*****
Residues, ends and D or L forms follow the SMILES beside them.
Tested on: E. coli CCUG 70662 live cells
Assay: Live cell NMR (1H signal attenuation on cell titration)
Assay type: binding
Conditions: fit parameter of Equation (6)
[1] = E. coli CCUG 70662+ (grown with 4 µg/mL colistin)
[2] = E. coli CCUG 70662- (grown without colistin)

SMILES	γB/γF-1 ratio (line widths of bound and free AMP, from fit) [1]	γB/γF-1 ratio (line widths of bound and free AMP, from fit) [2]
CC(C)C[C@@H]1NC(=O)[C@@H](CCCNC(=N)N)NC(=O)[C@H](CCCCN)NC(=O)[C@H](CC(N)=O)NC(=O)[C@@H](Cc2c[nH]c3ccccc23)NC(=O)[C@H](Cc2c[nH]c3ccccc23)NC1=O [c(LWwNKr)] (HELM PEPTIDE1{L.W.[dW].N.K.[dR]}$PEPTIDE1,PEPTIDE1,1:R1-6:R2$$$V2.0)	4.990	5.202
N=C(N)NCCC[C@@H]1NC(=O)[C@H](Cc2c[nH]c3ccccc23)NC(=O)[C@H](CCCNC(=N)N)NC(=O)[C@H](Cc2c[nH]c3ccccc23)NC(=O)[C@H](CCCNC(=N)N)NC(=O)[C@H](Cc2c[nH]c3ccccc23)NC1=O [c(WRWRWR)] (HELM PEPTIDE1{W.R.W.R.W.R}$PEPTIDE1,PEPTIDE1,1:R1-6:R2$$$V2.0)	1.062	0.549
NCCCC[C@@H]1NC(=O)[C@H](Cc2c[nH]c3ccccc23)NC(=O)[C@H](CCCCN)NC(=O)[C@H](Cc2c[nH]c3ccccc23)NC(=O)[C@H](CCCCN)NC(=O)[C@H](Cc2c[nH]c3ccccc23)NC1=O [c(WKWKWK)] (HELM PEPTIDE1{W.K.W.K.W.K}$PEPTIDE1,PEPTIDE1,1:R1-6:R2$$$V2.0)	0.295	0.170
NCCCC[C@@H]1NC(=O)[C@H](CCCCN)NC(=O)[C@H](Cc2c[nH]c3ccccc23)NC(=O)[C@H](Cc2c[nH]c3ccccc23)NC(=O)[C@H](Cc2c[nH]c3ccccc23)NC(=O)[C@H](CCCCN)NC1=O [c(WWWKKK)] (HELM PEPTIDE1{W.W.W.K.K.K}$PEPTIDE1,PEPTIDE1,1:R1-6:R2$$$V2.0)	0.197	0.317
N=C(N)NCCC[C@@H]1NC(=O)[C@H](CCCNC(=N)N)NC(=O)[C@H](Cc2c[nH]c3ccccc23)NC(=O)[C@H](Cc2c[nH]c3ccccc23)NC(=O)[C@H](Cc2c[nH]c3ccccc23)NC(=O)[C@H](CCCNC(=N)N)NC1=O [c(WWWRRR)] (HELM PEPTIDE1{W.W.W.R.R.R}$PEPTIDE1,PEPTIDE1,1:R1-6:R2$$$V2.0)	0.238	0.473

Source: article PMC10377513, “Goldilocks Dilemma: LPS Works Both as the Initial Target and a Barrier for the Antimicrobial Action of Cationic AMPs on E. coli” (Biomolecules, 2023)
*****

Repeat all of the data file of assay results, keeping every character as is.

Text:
Residues, ends and D or L forms follow the SMILES beside them.
Tested on: E. coli CCUG 70662 live cells
Assay: Live cell NMR (1H signal attenuation on cell titration)
Assay type: binding
Conditions: fit parameter of Equation (6)
[1] = E. coli CCUG 70662+ (grown with 4 µg/mL colistin)
[2] = E. coli CCUG 70662- (grown without colistin)

SMILES	γB/γF-1 ratio (line widths of bound and free AMP, from fit) [1]	γB/γF-1 ratio (line widths of bound and free AMP, from fit) [2]
CC(C)C[C@@H]1NC(=O)[C@@H](CCCNC(=N)N)NC(=O)[C@H](CCCCN)NC(=O)[C@H](CC(N)=O)NC(=O)[C@@H](Cc2c[nH]c3ccccc23)NC(=O)[C@H](Cc2c[nH]c3ccccc23)NC1=O [c(LWwNKr)] (HELM PEPTIDE1{L.W.[dW].N.K.[dR]}$PEPTIDE1,PEPTIDE1,1:R1-6:R2$$$V2.0)	4.990	5.202
N=C(N)NCCC[C@@H]1NC(=O)[C@H](Cc2c[nH]c3ccccc23)NC(=O)[C@H](CCCNC(=N)N)NC(=O)[C@H](Cc2c[nH]c3ccccc23)NC(=O)[C@H](CCCNC(=N)N)NC(=O)[C@H](Cc2c[nH]c3ccccc23)NC1=O [c(WRWRWR)] (HELM PEPTIDE1{W.R.W.R.W.R}$PEPTIDE1,PEPTIDE1,1:R1-6:R2$$$V2.0)	1.062	0.549
NCCCC[C@@H]1NC(=O)[C@H](Cc2c[nH]c3ccccc23)NC(=O)[C@H](CCCCN)NC(=O)[C@H](Cc2c[nH]c3ccccc23)NC(=O)[C@H](CCCCN)NC(=O)[C@H](Cc2c[nH]c3ccccc23)NC1=O [c(WKWKWK)] (HELM PEPTIDE1{W.K.W.K.W.K}$PEPTIDE1,PEPTIDE1,1:R1-6:R2$$$V2.0)	0.295	0.170
NCCCC[C@@H]1NC(=O)[C@H](CCCCN)NC(=O)[C@H](Cc2c[nH]c3ccccc23)NC(=O)[C@H](Cc2c[nH]c3ccccc23)NC(=O)[C@H](Cc2c[nH]c3ccccc23)NC(=O)[C@H](CCCCN)NC1=O [c(WWWKKK)] (HELM PEPTIDE1{W.W.W.K.K.K}$PEPTIDE1,PEPTIDE1,1:R1-6:R2$$$V2.0)	0.197	0.317
N=C(N)NCCC[C@@H]1NC(=O)[C@H](CCCNC(=N)N)NC(=O)[C@H](Cc2c[nH]c3ccccc23)NC(=O)[C@H](Cc2c[nH]c3ccccc23)NC(=O)[C@H](Cc2c[nH]c3ccccc23)NC(=O)[C@H](CCCNC(=N)N)NC1=O [c(WWWRRR)] (HELM PEPTIDE1{W.W.W.R.R.R}$PEPTIDE1,PEPTIDE1,1:R1-6:R2$$$V2.0)	0.238	0.473

Source: article PMC10377513, “Goldilocks Dilemma: LPS Works Both as the Initial Target and a Barrier for the Antimicrobial Action of Cationic AMPs on E. coli” (Biomolecules, 2023)